The Consumer Confidence Index surged 14.1 points in May to 54.9, marking the largest monthly increase in six years. Most of the improvement was in the expectations component, which jumped 21.3 points to 72.3. Consumers' assessment of the present economic situation rose just 3.4 points to 28.9.
Expectations for a Recovery are Rising
The Consumer Confidence Index jumped 14.1 points in May, as more consumers expressed confidence economic conditions will improve in coming months. The expectations component surged 21.3 points to 72.3 in May, following a 20.8 point rise in April. Consumers' assessment of the present situation did not improve as much, rising just 3.4 points in May. The larger improvement in expectations makes a great deal of intuitive sense. The moderation in the rate of decline in economic activity has raised hopes that an actual improvement will take hold in coming months. But, there has been little tangible improvement so far. Conditions have merely been not as bad as they had been in previous months.
The huge jump in the expectations series over the past two months corresponds closely with the rebound in the stock market. Expectations have surged 42.1 points over the past two months, with fewer households now expecting economic conditions to worsen over the next six months (17.8 percent) and more expecting conditions to improve (23.1 percent). The overwhelming majority expect conditions to remain the same over the next six months (59.1 percent), which is not very encouraging.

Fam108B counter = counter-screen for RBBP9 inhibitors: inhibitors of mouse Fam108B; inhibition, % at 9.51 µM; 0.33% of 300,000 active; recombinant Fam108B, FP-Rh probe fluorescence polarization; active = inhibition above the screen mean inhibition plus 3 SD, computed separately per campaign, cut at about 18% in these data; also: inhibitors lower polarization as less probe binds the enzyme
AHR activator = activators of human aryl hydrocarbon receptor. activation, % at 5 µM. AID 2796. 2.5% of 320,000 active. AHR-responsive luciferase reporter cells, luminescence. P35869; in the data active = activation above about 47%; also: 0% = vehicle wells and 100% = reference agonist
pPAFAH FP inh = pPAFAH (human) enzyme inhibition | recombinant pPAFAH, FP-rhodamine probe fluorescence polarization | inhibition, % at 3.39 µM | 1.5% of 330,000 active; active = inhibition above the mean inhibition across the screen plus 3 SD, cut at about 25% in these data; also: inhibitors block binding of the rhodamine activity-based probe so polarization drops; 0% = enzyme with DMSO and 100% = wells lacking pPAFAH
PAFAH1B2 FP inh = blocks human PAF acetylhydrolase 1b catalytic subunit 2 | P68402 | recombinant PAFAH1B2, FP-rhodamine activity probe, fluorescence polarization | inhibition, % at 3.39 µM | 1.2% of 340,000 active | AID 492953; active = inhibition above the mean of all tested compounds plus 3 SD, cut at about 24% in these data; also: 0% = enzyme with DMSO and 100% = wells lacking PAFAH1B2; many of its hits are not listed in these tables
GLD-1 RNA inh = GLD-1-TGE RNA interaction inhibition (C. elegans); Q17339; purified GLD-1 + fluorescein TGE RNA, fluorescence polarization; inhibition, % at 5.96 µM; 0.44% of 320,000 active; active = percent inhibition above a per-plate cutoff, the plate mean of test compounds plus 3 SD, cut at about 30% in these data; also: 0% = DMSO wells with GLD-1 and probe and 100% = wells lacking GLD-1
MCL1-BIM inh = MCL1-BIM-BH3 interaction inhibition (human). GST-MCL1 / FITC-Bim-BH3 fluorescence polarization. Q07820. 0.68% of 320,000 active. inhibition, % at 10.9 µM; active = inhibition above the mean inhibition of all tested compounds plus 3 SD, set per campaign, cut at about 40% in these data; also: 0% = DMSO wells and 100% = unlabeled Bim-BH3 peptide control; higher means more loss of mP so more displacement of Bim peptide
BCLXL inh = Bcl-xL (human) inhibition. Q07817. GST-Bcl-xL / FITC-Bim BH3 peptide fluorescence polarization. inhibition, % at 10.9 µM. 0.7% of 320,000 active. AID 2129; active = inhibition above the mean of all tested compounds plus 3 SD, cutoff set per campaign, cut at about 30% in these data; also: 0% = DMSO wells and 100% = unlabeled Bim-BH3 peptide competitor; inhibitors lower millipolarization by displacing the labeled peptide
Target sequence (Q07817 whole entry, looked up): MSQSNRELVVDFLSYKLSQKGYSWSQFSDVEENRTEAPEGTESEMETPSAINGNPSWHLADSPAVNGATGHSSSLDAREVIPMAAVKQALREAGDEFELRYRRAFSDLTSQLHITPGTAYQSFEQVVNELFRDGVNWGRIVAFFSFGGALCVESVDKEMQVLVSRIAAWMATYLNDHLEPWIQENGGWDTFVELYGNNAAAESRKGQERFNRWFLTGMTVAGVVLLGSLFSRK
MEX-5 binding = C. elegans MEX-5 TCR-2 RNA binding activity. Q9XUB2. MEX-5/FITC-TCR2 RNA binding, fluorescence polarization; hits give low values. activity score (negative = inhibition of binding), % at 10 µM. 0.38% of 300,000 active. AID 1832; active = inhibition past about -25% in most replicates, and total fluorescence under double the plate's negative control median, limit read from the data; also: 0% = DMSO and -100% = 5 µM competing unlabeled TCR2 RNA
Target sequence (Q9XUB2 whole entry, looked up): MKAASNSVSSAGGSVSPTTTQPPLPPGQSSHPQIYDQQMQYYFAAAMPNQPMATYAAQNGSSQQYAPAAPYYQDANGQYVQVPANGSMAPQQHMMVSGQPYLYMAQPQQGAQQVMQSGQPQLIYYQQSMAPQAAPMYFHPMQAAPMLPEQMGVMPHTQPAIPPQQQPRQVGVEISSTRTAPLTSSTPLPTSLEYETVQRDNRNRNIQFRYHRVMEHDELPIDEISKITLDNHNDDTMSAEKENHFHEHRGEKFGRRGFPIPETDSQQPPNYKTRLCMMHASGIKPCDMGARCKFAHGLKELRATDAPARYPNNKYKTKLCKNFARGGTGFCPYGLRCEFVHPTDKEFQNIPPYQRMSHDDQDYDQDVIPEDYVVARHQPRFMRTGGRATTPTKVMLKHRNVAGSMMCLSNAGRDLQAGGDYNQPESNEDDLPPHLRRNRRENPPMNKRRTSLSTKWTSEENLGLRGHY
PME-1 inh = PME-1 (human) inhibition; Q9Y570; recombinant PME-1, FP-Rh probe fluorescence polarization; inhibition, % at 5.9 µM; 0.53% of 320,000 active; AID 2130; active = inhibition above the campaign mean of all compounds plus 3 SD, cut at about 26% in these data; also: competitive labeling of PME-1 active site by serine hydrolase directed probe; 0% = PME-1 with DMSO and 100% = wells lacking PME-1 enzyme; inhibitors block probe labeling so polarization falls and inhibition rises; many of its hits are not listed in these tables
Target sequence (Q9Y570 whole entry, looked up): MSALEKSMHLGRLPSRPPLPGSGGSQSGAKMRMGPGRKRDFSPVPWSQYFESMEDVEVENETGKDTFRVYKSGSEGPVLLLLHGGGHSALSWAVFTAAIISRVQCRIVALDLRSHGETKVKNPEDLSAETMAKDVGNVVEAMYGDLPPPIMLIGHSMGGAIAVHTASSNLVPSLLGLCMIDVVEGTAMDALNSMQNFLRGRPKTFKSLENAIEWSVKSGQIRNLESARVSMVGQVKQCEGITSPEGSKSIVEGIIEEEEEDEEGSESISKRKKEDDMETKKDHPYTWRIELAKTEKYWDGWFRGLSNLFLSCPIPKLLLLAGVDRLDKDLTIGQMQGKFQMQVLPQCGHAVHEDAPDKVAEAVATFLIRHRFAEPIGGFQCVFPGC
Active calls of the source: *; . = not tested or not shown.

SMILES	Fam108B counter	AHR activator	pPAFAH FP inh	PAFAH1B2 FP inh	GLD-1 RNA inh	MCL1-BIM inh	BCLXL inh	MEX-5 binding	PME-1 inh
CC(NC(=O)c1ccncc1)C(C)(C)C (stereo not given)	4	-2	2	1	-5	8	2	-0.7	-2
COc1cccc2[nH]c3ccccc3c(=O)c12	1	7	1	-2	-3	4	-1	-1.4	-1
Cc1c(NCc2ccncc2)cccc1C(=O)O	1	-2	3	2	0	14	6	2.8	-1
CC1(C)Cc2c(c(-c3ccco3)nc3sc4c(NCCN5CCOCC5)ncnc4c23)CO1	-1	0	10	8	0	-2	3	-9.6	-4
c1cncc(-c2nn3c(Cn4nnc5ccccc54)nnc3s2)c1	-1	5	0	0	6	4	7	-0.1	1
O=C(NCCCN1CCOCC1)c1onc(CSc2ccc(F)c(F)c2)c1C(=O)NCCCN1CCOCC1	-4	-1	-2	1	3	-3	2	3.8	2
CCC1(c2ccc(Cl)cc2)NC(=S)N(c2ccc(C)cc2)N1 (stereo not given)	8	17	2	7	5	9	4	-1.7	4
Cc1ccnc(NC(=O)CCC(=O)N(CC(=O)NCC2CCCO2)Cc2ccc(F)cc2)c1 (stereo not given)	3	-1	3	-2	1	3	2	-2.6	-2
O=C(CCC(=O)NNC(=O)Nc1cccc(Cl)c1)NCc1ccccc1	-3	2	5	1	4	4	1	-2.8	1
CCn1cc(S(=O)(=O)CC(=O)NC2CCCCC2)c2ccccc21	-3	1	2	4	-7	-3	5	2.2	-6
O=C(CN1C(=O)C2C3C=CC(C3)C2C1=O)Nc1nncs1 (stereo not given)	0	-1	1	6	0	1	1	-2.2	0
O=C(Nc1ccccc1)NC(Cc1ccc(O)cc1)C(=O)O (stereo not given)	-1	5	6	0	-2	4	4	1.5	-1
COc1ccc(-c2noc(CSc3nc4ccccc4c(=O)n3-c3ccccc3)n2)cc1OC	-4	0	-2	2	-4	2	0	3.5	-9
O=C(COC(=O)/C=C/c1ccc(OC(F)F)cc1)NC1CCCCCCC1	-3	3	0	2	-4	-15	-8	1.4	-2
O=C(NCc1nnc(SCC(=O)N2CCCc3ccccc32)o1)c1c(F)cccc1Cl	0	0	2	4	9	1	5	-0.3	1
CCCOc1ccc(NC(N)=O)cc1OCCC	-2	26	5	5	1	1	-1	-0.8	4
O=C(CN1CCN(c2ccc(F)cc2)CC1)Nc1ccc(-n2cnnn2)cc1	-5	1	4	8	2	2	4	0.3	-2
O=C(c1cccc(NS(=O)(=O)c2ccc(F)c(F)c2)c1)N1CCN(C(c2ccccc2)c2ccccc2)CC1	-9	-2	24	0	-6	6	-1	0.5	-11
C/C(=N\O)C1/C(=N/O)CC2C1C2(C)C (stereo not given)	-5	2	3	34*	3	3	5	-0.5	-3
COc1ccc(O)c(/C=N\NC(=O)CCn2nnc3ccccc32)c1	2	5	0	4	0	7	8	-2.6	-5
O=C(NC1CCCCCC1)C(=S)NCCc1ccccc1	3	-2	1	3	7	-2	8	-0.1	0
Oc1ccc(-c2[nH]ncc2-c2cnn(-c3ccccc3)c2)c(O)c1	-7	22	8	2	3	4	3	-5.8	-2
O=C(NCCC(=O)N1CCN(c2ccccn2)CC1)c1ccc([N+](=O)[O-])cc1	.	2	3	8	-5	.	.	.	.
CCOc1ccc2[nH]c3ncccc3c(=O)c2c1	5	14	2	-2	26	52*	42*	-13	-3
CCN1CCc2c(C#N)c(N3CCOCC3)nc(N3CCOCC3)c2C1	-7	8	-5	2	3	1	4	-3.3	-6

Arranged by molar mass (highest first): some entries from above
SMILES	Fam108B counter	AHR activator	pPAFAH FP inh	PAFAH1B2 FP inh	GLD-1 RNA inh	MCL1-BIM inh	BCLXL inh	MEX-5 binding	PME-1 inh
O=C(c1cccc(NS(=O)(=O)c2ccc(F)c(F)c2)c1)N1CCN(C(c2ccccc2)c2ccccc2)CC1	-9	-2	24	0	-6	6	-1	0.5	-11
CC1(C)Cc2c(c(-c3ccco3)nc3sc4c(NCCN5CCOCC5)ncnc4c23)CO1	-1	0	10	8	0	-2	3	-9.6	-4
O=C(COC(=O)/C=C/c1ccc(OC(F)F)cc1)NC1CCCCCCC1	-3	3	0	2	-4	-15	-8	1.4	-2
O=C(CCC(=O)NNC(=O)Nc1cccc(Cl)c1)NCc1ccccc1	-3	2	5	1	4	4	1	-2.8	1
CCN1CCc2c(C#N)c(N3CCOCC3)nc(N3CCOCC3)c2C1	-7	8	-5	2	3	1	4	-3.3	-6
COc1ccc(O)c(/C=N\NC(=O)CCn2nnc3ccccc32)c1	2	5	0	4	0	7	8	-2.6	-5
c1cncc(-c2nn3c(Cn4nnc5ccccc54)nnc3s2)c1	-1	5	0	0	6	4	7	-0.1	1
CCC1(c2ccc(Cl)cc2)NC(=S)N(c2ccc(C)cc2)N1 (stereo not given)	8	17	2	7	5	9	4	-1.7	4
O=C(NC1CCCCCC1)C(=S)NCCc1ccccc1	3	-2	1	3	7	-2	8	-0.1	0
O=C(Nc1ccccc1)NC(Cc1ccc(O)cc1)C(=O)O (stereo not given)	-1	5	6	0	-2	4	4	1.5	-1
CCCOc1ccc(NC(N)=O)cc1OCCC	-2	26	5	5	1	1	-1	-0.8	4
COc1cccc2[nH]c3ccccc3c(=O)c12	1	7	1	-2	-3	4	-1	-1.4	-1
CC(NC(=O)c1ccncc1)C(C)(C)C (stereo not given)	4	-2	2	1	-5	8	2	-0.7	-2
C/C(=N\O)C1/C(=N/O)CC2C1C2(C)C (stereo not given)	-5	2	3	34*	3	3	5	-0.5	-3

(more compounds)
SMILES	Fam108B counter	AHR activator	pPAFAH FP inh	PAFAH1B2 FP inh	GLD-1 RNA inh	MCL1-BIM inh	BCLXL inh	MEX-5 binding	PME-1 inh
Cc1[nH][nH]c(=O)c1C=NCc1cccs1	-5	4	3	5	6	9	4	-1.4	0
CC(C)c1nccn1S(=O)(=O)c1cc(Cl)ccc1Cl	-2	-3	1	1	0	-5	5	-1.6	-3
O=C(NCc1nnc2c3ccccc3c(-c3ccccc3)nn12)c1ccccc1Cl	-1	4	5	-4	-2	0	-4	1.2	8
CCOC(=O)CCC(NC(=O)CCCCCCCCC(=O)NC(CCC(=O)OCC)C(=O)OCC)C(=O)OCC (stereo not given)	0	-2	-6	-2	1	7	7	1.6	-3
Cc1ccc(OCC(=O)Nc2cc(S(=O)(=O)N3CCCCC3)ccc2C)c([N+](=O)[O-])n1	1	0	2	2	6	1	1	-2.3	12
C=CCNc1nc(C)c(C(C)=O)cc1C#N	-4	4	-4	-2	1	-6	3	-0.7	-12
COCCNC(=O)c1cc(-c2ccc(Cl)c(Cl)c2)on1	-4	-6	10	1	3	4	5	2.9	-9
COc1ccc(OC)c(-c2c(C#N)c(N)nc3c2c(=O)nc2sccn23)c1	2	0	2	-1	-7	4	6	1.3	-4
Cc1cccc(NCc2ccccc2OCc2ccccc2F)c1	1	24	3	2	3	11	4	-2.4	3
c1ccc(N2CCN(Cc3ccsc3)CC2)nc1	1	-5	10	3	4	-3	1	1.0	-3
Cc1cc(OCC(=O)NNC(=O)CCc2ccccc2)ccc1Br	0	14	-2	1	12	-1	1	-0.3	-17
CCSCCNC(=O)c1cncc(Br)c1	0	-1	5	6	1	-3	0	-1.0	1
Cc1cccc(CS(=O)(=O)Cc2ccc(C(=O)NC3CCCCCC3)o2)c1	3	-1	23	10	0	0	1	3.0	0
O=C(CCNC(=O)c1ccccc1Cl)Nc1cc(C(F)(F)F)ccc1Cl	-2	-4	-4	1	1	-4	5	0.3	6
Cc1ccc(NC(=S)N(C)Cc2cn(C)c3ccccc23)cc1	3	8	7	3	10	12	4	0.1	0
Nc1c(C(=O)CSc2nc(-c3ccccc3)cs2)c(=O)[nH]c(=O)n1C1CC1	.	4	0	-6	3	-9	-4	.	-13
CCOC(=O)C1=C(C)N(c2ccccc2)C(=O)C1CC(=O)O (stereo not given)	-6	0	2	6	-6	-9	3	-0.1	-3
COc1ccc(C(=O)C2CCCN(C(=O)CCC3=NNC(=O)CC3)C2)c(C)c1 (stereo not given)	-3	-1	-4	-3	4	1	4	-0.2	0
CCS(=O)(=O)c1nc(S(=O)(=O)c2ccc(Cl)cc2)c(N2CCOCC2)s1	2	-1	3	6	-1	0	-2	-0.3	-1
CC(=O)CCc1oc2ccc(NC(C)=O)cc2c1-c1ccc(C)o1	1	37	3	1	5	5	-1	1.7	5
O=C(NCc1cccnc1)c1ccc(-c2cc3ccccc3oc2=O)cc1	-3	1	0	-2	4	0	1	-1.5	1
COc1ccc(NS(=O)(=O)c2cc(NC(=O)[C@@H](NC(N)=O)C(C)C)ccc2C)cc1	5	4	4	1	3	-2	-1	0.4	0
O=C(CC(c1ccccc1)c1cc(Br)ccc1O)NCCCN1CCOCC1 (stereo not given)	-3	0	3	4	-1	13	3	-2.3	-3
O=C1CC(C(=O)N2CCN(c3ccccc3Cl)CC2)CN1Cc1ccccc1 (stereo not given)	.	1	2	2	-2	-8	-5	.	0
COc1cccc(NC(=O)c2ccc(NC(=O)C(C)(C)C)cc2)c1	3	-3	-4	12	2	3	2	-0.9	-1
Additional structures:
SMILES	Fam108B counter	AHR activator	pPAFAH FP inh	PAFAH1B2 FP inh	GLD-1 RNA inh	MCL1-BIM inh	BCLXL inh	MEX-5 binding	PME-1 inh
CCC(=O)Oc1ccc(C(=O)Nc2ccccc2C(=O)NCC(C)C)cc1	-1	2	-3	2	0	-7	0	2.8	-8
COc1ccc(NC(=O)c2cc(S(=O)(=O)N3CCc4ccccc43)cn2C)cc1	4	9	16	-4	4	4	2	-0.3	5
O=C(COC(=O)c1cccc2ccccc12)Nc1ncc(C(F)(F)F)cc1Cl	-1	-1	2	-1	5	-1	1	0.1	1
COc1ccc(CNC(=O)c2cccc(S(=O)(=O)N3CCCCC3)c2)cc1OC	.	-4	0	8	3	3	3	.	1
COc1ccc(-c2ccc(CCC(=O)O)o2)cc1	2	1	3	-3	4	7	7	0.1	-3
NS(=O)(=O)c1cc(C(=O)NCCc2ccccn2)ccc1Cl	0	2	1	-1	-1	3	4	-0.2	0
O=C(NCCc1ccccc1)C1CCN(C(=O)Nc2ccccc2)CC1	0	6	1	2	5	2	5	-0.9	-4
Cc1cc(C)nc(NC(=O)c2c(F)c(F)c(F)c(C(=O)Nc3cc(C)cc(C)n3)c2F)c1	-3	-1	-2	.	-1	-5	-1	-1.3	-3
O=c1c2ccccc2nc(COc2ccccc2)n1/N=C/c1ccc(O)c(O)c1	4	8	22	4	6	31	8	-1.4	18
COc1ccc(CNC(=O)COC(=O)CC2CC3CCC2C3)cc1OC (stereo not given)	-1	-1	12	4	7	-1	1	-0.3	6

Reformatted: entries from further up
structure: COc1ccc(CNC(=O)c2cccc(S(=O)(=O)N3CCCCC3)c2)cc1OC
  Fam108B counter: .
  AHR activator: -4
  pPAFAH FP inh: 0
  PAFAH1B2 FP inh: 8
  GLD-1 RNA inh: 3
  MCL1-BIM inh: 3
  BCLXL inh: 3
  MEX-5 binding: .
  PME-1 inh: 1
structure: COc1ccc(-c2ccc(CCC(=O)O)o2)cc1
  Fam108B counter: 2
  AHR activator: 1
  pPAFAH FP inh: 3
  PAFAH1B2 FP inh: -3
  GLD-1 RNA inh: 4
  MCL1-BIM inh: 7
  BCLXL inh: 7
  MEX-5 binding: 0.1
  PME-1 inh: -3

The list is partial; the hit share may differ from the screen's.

A Green Shoot Bubble?
We are not surprised that expectations have increased as the series tends to be influenced by recent economic headlines, the stock market and labor market conditions. The first of two which have improved recently, with reports of green shoots almost becoming nauseating. The most obvious green shoot has been the stock market, with the Dow Jones Industrial Average surging 29 percent since March 9. The Dow rallied more than 100 points after this morning's confidence figures were released, which makes us wonder if a green shoot bubble is building up.
The actual improvement in the economy is relatively thin. Employment conditions have clearly not improved, although April's loss of 539,000 jobs was slightly less than the previous five months. There has been a slight moderation in weekly unemployment claims, with the four-week moving average declining in five of the past six weeks. Continuing claims are still trending higher, as is the insured unemployment rate. If recent trends continue, the civilian unemployment rate should rise to 9.3 percent in May.
Whether the improvement in the Consumer Confidence Index translates into an actual improvement in consumer spending will greatly depend on whether the green shoots turn out to be real or merely another bubble. Spending plans did inch up in May but remain exceptionally low. A lasting recovery in confidence and spending will require a true improvement in labor market conditions, which we have not seen yet.